Algebra over a field

In mathematics, an algebra over a field K, or a K-algebra, is a vector space A over K equipped with a compatible notion of multiplication of elements of A. A straightforward generalisation allows K to be any commutative ring.

(Some authors use the term "algebra" synonymously with "associative algebra", but Wikipedia does not. Note also the other uses of the word listed in the algebra article.)



To be precise, let K be a field, and let A be a vector space over K. Suppose we are given a binary operation A×AA, with the result of this operation applied to the vectors x and y in A written as xy. Suppose further that the operation is bilinear, i.e.:

  • (x + y)z = xz + yz;
  • x(y + z) = xy + xz;
  • (ax)y = a(xy); and
  • x(by) = b(xy);

for all scalars a and b in K and all vectors x, y, and z. Then with this operation, A becomes an algebra over K, and K is the base field of A. The operation is called "multiplication".

In general, xy is the product of x and y, and the operation is called multiplication. However, the operation in several special kinds of algebras goes by different names.

Algebras can also more generally be defined over any commutative ring K: we need a module A over K and a bilinear multiplication operation which satisfies the same identities as above; then A is a K-algebra, and K is the base ring of A.

Two algebras A and B over K are isomorphic if there exists a bijective K-linear map f : AB such that f(xy) = f(x) f(y) for all x,y in A. For all practical purposes, isomorphic algebras are identical; they just differ in the notation of their elements.


For algebras over a field, the bilinear multiplication from A × A to A is completely determined by the multiplication of basis elements of A. Conversely, once a basis for A has been chosen, the products of basis elements can be set arbitrarily, and then extended in a unique way to a bilinear operator on A, i.e. so that the resulting multiplication will satisfy the algebra laws.

Thus, given the field K, any algebra can be specified up to isomorphism by giving its dimension (say n), and specifying n3 structure coefficients ci,j,k, which are scalars. These structure coefficients determine the multiplication in A via the following rule:

<math>\mathbf{e}_{i} \mathbf{e}_{j} = \sum_{k=1}^n c_{i,j,k} \mathbf{e}_{k}<math>

where e1,...,en form a basis of A. The only requirement on the structure coefficients is that, if the dimension n is an infinite number, then this sum must always converge (in whatever sense is appropriate for the situation).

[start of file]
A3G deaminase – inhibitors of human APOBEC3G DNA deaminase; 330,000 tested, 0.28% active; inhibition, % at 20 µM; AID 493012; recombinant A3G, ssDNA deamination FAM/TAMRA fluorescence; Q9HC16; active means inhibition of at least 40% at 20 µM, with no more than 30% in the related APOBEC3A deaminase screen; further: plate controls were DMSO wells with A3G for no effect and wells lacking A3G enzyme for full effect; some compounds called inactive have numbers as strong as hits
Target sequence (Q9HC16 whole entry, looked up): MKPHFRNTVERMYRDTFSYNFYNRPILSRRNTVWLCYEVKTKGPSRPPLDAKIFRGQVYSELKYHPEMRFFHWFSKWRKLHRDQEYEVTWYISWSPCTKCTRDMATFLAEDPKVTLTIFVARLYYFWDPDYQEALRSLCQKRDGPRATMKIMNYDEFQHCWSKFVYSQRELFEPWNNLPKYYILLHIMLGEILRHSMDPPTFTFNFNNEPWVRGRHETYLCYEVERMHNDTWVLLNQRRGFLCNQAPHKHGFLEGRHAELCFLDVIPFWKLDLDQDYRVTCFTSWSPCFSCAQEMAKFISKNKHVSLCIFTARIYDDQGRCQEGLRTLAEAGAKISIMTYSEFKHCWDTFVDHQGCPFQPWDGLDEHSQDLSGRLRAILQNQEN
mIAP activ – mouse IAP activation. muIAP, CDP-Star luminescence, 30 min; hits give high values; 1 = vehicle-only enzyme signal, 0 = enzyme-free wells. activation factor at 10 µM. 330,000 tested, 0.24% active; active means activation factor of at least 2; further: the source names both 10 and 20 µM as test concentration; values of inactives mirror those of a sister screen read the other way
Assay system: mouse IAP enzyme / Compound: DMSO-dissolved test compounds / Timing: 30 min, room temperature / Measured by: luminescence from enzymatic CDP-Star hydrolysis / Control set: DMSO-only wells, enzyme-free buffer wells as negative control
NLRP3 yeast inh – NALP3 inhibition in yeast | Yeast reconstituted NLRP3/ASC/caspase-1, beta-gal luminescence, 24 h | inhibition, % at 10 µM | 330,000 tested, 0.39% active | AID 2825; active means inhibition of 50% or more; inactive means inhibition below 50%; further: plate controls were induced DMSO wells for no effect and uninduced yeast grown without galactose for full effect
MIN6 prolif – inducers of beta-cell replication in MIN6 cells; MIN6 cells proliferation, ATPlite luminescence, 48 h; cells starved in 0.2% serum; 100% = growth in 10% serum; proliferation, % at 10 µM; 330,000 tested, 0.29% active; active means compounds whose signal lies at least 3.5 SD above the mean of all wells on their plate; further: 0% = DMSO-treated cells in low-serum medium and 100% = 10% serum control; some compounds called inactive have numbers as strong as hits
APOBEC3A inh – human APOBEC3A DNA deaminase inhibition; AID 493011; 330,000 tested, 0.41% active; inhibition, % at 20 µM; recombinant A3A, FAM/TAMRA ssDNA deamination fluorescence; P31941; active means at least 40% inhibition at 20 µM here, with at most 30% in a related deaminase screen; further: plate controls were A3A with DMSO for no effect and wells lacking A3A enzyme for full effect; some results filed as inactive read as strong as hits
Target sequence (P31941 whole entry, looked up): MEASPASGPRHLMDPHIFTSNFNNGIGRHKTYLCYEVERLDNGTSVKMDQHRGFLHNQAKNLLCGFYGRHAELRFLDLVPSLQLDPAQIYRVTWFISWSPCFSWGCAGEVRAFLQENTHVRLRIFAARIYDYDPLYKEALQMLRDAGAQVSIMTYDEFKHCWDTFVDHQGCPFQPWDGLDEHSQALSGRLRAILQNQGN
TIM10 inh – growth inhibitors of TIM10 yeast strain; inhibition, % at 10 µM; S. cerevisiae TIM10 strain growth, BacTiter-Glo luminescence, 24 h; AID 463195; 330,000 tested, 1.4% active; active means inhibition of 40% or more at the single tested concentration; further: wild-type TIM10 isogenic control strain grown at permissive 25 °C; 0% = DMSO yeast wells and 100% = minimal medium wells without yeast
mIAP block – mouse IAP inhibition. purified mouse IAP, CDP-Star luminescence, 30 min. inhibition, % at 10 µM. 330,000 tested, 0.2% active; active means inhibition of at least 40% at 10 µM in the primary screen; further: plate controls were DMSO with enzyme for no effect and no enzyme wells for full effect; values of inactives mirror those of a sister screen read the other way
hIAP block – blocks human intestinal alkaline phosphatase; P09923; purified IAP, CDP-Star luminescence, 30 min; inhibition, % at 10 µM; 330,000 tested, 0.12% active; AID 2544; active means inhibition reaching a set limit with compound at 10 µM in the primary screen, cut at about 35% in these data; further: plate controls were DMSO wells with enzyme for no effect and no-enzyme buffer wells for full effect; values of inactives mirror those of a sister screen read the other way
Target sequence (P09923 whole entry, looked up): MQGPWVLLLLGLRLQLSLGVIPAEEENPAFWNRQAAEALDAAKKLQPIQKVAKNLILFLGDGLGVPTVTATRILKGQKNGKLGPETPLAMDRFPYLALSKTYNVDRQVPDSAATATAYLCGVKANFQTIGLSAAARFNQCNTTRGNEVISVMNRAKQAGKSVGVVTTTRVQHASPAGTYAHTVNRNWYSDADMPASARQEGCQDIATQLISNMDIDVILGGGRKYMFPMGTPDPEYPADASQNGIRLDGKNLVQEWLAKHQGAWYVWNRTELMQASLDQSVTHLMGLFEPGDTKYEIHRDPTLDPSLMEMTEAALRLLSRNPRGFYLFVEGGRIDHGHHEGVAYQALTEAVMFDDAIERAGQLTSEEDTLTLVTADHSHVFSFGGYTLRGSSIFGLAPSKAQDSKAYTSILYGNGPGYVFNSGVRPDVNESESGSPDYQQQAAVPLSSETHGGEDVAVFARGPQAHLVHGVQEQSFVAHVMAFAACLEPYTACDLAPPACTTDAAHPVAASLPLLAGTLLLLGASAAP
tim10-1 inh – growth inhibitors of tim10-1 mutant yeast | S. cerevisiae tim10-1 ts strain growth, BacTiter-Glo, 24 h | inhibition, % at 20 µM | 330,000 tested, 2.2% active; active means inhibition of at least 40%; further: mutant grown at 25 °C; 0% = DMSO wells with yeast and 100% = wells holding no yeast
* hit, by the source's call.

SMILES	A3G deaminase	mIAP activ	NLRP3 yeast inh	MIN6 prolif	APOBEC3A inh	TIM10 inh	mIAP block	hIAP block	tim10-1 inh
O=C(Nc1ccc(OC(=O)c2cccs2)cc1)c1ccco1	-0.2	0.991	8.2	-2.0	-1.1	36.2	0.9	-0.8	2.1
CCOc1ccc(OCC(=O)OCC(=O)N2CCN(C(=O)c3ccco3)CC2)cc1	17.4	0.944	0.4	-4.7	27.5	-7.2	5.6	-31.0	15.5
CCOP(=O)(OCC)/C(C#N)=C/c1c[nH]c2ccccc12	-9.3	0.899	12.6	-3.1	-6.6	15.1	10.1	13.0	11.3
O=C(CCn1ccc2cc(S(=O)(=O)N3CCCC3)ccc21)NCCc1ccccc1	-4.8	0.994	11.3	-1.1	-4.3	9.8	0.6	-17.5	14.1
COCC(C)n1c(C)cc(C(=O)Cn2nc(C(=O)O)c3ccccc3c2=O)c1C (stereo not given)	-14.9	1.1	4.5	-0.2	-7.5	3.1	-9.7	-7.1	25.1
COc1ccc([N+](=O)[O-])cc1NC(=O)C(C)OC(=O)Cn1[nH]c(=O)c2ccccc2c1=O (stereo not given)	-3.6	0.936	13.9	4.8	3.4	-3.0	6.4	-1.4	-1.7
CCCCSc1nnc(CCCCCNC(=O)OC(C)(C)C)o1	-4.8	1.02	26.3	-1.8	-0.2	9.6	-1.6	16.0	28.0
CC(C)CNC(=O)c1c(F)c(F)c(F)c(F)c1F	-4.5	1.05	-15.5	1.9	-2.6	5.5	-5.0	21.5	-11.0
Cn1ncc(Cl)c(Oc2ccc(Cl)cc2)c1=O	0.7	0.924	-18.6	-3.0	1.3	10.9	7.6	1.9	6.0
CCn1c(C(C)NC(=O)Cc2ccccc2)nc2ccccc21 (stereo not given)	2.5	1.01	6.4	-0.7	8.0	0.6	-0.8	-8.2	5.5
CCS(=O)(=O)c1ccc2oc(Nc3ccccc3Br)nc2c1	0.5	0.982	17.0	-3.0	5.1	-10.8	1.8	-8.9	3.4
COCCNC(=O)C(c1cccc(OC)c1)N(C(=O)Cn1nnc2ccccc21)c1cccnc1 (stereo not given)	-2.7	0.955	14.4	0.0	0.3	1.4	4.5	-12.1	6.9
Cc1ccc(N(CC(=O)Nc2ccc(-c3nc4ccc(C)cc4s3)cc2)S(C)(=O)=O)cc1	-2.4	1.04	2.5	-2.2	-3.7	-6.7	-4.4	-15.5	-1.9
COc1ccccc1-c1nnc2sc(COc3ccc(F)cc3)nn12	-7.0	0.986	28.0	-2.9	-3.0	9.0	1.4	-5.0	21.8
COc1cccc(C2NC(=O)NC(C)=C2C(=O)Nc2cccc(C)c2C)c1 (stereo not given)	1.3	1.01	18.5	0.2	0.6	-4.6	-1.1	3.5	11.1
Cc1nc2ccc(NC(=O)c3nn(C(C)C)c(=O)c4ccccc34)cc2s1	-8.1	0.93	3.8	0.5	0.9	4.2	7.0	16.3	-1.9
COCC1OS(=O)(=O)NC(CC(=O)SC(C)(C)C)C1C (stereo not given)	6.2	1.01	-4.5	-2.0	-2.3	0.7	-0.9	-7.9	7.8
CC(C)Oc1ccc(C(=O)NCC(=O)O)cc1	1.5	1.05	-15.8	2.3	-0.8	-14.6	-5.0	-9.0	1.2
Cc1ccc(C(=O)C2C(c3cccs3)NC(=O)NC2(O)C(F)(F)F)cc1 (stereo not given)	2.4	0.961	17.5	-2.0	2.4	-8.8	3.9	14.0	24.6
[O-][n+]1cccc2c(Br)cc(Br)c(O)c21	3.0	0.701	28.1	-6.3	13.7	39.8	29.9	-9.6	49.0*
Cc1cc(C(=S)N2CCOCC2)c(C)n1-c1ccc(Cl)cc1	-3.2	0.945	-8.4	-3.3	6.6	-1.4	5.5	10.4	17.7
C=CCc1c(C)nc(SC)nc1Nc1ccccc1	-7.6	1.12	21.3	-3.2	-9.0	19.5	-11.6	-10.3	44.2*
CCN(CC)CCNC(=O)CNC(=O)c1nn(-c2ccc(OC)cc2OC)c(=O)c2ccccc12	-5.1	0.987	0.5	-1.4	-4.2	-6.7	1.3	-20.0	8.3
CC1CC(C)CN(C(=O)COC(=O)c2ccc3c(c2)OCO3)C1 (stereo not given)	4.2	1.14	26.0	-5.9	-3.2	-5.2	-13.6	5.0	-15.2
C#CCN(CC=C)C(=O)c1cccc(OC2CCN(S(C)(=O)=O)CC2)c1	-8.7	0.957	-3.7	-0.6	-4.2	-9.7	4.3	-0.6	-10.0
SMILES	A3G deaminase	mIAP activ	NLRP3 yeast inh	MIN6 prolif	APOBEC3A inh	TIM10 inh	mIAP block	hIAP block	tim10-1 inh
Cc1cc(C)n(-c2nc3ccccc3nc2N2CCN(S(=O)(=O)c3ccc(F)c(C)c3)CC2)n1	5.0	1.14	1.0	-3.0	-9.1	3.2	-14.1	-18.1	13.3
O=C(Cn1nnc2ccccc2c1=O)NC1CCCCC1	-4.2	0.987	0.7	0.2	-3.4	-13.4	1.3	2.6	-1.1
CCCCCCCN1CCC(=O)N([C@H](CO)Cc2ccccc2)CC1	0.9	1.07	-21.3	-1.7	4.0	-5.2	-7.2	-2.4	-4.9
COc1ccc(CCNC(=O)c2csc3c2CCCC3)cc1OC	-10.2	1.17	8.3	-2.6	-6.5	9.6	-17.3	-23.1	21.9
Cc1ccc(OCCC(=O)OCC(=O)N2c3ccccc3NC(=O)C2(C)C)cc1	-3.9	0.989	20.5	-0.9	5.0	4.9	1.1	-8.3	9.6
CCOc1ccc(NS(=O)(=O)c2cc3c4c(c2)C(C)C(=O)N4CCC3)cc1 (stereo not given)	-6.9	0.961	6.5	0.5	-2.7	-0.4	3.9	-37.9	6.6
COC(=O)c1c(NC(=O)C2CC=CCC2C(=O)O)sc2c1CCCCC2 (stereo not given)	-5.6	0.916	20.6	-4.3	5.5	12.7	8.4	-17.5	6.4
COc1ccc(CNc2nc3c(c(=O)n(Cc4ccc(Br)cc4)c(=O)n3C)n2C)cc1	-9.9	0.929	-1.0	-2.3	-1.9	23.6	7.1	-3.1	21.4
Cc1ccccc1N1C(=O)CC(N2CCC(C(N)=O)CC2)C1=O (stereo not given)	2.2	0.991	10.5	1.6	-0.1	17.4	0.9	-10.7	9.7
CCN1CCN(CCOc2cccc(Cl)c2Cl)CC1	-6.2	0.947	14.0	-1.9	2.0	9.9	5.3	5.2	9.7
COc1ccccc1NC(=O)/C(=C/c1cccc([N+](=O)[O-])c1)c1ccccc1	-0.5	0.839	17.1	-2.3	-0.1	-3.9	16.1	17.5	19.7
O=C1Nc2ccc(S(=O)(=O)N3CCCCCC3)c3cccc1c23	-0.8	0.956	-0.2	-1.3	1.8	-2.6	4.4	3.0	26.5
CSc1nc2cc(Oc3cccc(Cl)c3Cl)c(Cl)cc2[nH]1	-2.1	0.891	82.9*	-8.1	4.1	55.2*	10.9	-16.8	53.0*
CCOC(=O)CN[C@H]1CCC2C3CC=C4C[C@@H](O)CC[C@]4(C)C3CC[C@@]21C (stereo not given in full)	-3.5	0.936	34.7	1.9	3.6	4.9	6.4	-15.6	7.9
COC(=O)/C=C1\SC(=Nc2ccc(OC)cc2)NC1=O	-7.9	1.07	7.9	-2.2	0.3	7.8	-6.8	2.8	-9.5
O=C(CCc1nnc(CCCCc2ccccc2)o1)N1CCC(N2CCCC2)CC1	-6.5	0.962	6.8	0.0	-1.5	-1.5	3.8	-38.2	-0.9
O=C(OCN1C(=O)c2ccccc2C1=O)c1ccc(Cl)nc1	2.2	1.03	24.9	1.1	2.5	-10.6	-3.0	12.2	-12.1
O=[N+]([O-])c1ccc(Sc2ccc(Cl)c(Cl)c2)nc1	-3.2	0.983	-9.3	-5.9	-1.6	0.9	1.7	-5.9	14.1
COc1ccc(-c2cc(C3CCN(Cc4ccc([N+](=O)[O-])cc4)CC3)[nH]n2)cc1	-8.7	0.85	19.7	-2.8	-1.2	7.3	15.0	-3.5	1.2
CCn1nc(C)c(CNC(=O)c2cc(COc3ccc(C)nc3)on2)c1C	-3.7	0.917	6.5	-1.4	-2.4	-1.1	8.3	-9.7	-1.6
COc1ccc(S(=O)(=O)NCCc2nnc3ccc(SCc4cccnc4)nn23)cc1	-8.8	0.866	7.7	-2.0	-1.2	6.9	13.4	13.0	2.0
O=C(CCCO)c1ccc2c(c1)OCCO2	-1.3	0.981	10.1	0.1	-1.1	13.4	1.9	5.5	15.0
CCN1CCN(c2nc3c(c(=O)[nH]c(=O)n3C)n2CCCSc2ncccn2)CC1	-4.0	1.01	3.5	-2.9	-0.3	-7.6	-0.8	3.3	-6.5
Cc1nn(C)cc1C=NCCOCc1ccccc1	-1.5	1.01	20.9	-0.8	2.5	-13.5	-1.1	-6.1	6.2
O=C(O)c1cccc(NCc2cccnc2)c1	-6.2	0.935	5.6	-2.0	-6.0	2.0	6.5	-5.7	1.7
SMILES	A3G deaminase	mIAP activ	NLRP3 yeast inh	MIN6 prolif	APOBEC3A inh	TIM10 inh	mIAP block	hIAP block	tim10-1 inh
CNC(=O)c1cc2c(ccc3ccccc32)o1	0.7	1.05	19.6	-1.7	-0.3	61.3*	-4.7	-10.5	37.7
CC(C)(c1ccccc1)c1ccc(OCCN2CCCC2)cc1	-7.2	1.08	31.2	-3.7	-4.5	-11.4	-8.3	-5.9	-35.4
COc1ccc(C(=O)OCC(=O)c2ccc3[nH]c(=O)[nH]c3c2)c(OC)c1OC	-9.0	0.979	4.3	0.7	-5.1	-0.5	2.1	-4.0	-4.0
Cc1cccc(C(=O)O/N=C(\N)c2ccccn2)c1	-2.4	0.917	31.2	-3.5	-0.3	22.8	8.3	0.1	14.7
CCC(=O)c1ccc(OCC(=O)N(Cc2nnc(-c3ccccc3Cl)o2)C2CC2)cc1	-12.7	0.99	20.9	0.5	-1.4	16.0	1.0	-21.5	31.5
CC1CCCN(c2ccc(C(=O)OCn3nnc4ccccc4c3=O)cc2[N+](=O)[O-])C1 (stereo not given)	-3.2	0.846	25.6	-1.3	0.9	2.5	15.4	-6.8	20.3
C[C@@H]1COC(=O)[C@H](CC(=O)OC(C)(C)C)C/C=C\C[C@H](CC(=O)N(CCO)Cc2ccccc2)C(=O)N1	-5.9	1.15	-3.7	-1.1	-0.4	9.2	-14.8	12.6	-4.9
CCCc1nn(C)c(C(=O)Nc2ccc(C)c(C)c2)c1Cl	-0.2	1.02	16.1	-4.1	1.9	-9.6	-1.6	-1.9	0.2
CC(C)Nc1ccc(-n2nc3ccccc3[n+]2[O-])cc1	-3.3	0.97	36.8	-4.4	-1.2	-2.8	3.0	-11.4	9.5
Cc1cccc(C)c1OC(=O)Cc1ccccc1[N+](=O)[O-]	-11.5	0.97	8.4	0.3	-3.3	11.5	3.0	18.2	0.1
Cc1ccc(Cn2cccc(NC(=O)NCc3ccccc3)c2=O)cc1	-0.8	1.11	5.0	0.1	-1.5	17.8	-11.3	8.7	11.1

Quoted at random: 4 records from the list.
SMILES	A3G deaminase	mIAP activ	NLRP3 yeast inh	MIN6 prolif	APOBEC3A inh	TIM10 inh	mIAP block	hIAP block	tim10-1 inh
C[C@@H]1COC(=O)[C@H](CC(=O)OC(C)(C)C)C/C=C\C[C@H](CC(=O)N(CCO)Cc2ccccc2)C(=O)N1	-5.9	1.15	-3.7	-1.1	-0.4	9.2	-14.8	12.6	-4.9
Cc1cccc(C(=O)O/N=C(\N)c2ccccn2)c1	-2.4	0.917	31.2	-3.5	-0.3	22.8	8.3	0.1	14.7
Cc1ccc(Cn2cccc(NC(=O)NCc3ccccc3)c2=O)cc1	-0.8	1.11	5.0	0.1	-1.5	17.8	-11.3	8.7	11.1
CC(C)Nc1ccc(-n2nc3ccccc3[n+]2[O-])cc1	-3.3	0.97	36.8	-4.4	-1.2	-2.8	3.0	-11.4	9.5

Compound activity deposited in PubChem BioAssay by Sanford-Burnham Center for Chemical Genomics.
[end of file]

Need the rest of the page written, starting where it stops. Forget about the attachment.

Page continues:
Note however that several different sets of structure coefficients can give rise to isomorphic algebras.

When the algebra can be endowed with a metric, then the structure coefficients are written with upper and lower indices, so as to distinguish their transformation properties under coordinate transformations. Specifically, lower indices are covariant indices, and transform via pullbacks, while upper indices are contravariant, transforming under pushforwards. Thus, in mathematical physics, the structure coefficients are often written ci,jk, and their defining rule is written using the Einstein notation as

eiej = ci,jkek.

If you apply this to vectors written in index notation, then this becomes

(xy)k = ci,jkxiyj.

If K is only a commutative ring and not a field, then the same process works if A is a free module over K. If it isn't, then the multiplication is still completely determined by its action on a generating set of A; however, the structure constants can't be specified arbitrarily in this case, and knowing only the structure constants does not specify the algebra up to isomorphism.

Kinds of algebras and examples

A commutative algebra is one whose multiplication is commutative; an associative algebra is one whose multiplication is associative. These include the most familiar kinds of algebras.

The best-known kinds of non-associative algebras are those which are nearly associative, that is, in which some simple equation constrains the differences between different ways of associating multiplication of elements. These include:

  • Jordan algebras, for which we require (xy)x2 = x(yx2) and also xy = yx.
    • every associative algebra over a field of characteristic other than 2 gives rise to a Jordan algebra by defining a new multiplication x*y = (1/2)(xy + yx). In contrast to the Lie algebra case, not every Jordan algebra can be constructed this way. Those that can are called special.
  • Alternative algebras, for which we require that (xx)y = x(xy) and (yx)x = y(xx). The most important examples are the octonions (an algebra over the reals), and generalizations of the octonions over other fields. (Obviously all associative algebras are alternative.) Up to isomorphism the only finite-dimensional real alternative algebras are the reals, complexes, quaternions and octonions.
  • Power-associative algebras, for which we require that xmxn = xm+n, where m≥1 and n≥1. (Here we formally define xn recursively as x(xn-1).) Examples include all associative algebras, all alternative algebras, and the sedenions.

More classes of algebras:

  • Division algebras, in which multiplicative inverses exist or division can be carried out. The finite-dimensional division algebras over the field of real numbers can be classified nicely.
  • Quadratic algebras, for which we require that xx = re + sx, for some elements r and s in the ground field, and e a unit for the algebra. Examples include all finite-dimensional alternative algebras, and the algebra of real 2-by-2 matrices. Up to isomorphism the only alternative, quadratic real algebras without divisors of zero are the reals, complexes, quaternions, and octonions.

See also

External links

es:lgebra sobre un cuerpo fr:Algbre sur un corps it:Algebra su campo ja:多元環 pl:K-algebra


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